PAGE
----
Murder trial is set for Ohio cheerleader charged with bashing in her newborn daughter’s skull and burying her in the yard just days after prom, as defense loses bid to hide evidence suggesting she set the baby on fire
- Brooke Skylar Richardson, now 20, will head to court on September 3 in Warren County, Ohio, as jury selection gets underway in her aggravated murder trial
- Judge Donald Oda II denied three motions filed by the defense that would have likely delayed the start of the trial, including one for a change of venue
- Previous motions were also dismissed to keep a bottle of lighter fluid and Richardson’s diary from being presented as evidence
- The defense is hoping to keep evidence suggesting Richardson may have tried to burn the baby in the wake of her death from emerging at trial
- Richardson delivered a healthy baby to term in July 2017 and then allegedly smashed her skull and buried her in the backyard say prosecutors
- She is charged with aggravated murder, involuntary manslaughter, endangering children, tampering with evidence and abuse of a corpse
The Ohio cheerleader who is facing charges including aggravated murder and involuntary manslaughter for allegedly killing her newborn daughter and then burying the body in her family’s backyard just days after her prom will face a jury next month.
Brooke Skylar Richardson, now 20, will head to court on September 3 in Warren County as jury selection gets underway in her trial, a little over two years after the death of baby Annabelle.
On Monday, Judge Donald Oda II denied three motions filed by the defense that would have likely delayed the start of the trial.
Those included requests for the jury to be allowed to view the alleged crime scene and to have the indictment dismissed.
The defense also argued that the trial should be moved out of Warren County claiming it would be impossible to assemble jury that was not prejudiced against their client in light of all the media coverage around the case.
Motions filed last week by the defense seeking to ban Richardson’s diary and lighter fluid found in her family home from being presented as evidence were also dismissed by the judge.
Richardson delivered a healthy baby to term in July 2017 and then allegedly smashed her skull and possibly even lit the infant on fire in an attempt to burn the corpse before burying her in the backyard, according to prosecutors.
Richardson claims the baby was stillborn.
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High school high: Brooke Skylar Richardson, now 20, will head to court on September 3 in Warren County as jury selection gets underway in her trial (Richardson days before she gave birth on left and right in her cheerleader uniform)
Support team: The defense is hoping to keep evidence suggesting Richardson may have tried to burn the baby in the wake of her death from emerging at trial (Richardson and her parents arrive in court back in August 2017)
The defendant did receive her fair share of breaks prior to the judge dismissing these defense motions.
Richardson was put on modified house arrest a little over a year ago, with the judge ruling she would have a curfew of 9pm through 7am and be supervised via GPS monitoring and random home visits.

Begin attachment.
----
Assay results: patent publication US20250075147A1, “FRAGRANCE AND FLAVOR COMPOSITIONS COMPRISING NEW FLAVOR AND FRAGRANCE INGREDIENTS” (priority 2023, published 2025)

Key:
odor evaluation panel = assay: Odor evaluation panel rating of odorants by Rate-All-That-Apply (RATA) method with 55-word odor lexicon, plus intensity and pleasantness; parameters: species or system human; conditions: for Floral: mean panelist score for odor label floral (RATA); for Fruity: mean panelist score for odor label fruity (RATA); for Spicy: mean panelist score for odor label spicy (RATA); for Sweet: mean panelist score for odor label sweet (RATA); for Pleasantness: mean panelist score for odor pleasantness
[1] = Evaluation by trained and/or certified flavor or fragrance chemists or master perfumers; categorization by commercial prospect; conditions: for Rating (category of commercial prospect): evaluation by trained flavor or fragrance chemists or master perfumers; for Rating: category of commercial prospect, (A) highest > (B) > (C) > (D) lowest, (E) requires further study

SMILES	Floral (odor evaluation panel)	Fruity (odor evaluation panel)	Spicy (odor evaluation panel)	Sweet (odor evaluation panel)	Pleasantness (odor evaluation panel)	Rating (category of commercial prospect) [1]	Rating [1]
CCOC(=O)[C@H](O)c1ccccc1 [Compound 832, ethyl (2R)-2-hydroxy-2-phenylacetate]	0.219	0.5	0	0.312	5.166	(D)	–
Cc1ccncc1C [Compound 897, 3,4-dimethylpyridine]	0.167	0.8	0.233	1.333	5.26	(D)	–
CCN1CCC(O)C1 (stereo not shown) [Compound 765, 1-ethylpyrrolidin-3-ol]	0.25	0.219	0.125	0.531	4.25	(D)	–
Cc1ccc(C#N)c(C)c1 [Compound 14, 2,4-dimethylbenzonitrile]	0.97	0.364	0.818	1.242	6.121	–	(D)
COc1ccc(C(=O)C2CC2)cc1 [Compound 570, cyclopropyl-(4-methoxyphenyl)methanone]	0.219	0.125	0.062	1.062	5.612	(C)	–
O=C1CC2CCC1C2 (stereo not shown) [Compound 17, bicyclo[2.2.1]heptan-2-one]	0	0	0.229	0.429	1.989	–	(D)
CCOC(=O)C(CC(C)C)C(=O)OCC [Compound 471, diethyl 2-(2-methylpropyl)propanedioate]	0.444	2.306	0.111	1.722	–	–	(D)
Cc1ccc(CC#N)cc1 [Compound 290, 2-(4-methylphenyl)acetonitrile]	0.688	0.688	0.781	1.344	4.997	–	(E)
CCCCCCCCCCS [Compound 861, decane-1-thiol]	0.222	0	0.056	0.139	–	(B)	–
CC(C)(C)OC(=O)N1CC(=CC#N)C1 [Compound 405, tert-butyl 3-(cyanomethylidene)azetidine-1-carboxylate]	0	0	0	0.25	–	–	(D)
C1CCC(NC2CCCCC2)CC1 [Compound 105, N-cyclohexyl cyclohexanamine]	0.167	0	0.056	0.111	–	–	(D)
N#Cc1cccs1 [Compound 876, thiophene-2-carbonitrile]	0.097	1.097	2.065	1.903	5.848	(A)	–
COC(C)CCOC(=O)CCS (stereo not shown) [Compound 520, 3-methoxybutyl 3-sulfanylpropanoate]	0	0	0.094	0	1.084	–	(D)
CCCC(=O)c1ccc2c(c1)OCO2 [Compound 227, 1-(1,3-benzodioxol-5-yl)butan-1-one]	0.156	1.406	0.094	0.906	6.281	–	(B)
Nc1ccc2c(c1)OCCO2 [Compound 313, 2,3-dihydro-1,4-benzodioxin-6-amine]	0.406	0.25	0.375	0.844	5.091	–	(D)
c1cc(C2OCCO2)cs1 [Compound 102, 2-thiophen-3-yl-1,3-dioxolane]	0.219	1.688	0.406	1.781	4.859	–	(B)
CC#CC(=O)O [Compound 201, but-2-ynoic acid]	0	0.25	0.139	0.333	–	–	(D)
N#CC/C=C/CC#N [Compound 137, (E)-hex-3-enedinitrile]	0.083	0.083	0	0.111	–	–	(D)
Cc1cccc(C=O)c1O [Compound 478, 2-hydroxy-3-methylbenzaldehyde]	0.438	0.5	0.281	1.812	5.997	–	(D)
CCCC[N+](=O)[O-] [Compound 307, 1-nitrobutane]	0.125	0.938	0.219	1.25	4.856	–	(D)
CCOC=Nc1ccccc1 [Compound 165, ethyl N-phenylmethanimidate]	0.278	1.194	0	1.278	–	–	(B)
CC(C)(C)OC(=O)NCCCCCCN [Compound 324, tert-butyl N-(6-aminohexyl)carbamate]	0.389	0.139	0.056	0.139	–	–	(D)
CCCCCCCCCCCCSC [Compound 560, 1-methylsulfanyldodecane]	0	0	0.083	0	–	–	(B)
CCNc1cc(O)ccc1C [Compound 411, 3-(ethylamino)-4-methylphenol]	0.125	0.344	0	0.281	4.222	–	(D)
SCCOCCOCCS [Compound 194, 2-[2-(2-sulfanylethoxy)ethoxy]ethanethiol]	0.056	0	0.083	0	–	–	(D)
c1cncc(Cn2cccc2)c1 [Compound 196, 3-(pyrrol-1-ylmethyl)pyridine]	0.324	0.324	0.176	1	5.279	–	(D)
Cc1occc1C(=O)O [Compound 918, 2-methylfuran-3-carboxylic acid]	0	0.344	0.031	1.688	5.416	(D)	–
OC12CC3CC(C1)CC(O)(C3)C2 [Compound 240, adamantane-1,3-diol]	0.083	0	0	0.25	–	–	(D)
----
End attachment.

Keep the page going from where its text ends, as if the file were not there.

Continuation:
Her modified release came after her defense team sought a ruling to bar prosecutors from presenting testimony from an obstetrics-gynecology practice’s medical staff, citing physician-patient privilege that she won’t give up.
Prosecutors argued that the privilege doesn’t apply in this case, but were ultimately shot down and forced to delay the start of the trial without that crucial evidence.
Authorities first learned of the baby from a doctor Richardson had visited just a few weeks before she gave birth.
The remains were found soon after, and prosecutors believe that Richardson buried the baby shortly after giving birth.
Richardson was full term when she gave birth to the girl, delivering the child in her bathroom within days after her senior prom.
County Prosecutor David Fornshell said Skylar, as she is known, and her family had been worried about community reaction to her out-of-wedlock pregnancy.
‘Skylar and her family, particularly her mother, were pretty obsessed with external appearances and how things appeared to the outside world,’ he said early in the proceedings.
‘You have a situation where, you know, she’s a cute high school, recent high school graduate; she was a cheerleader described (as) a good girl by her attorney as you heard after the arraignment. And I think that kind of perception is one that Skylar wanted to perpetuate and her mother wanted to perpetuate.’
The defense continues to claim the child was delivered stillborn.
Charges: Richardson delivered a healthy baby to term in July 2017 and then allegedly smashed her skull and buried her in the backyard (left in mugshot, right in court in April 2018)
Two Facebook pages have been dedicated to the case and critics of the family have shot and posted video and photos of the family and their home, often with sharp commentary.
Her defense attorneys have blasted prosecutors for ‘a false narrative’ that sensationalized the case.
They say she didn’t kill the baby, and that an expert witness concluded there was no sign of burning or of trauma that would have caused the baby’s death.
‘What started as an 18-year-old high school girl who was frightened and saddened because of giving birth to a stillborn baby whom she named Annabelle and then telling her doctor of the stillborn and burial in the backyard turned into something sinister and grotesque,’ they said in a motion to move the trial.
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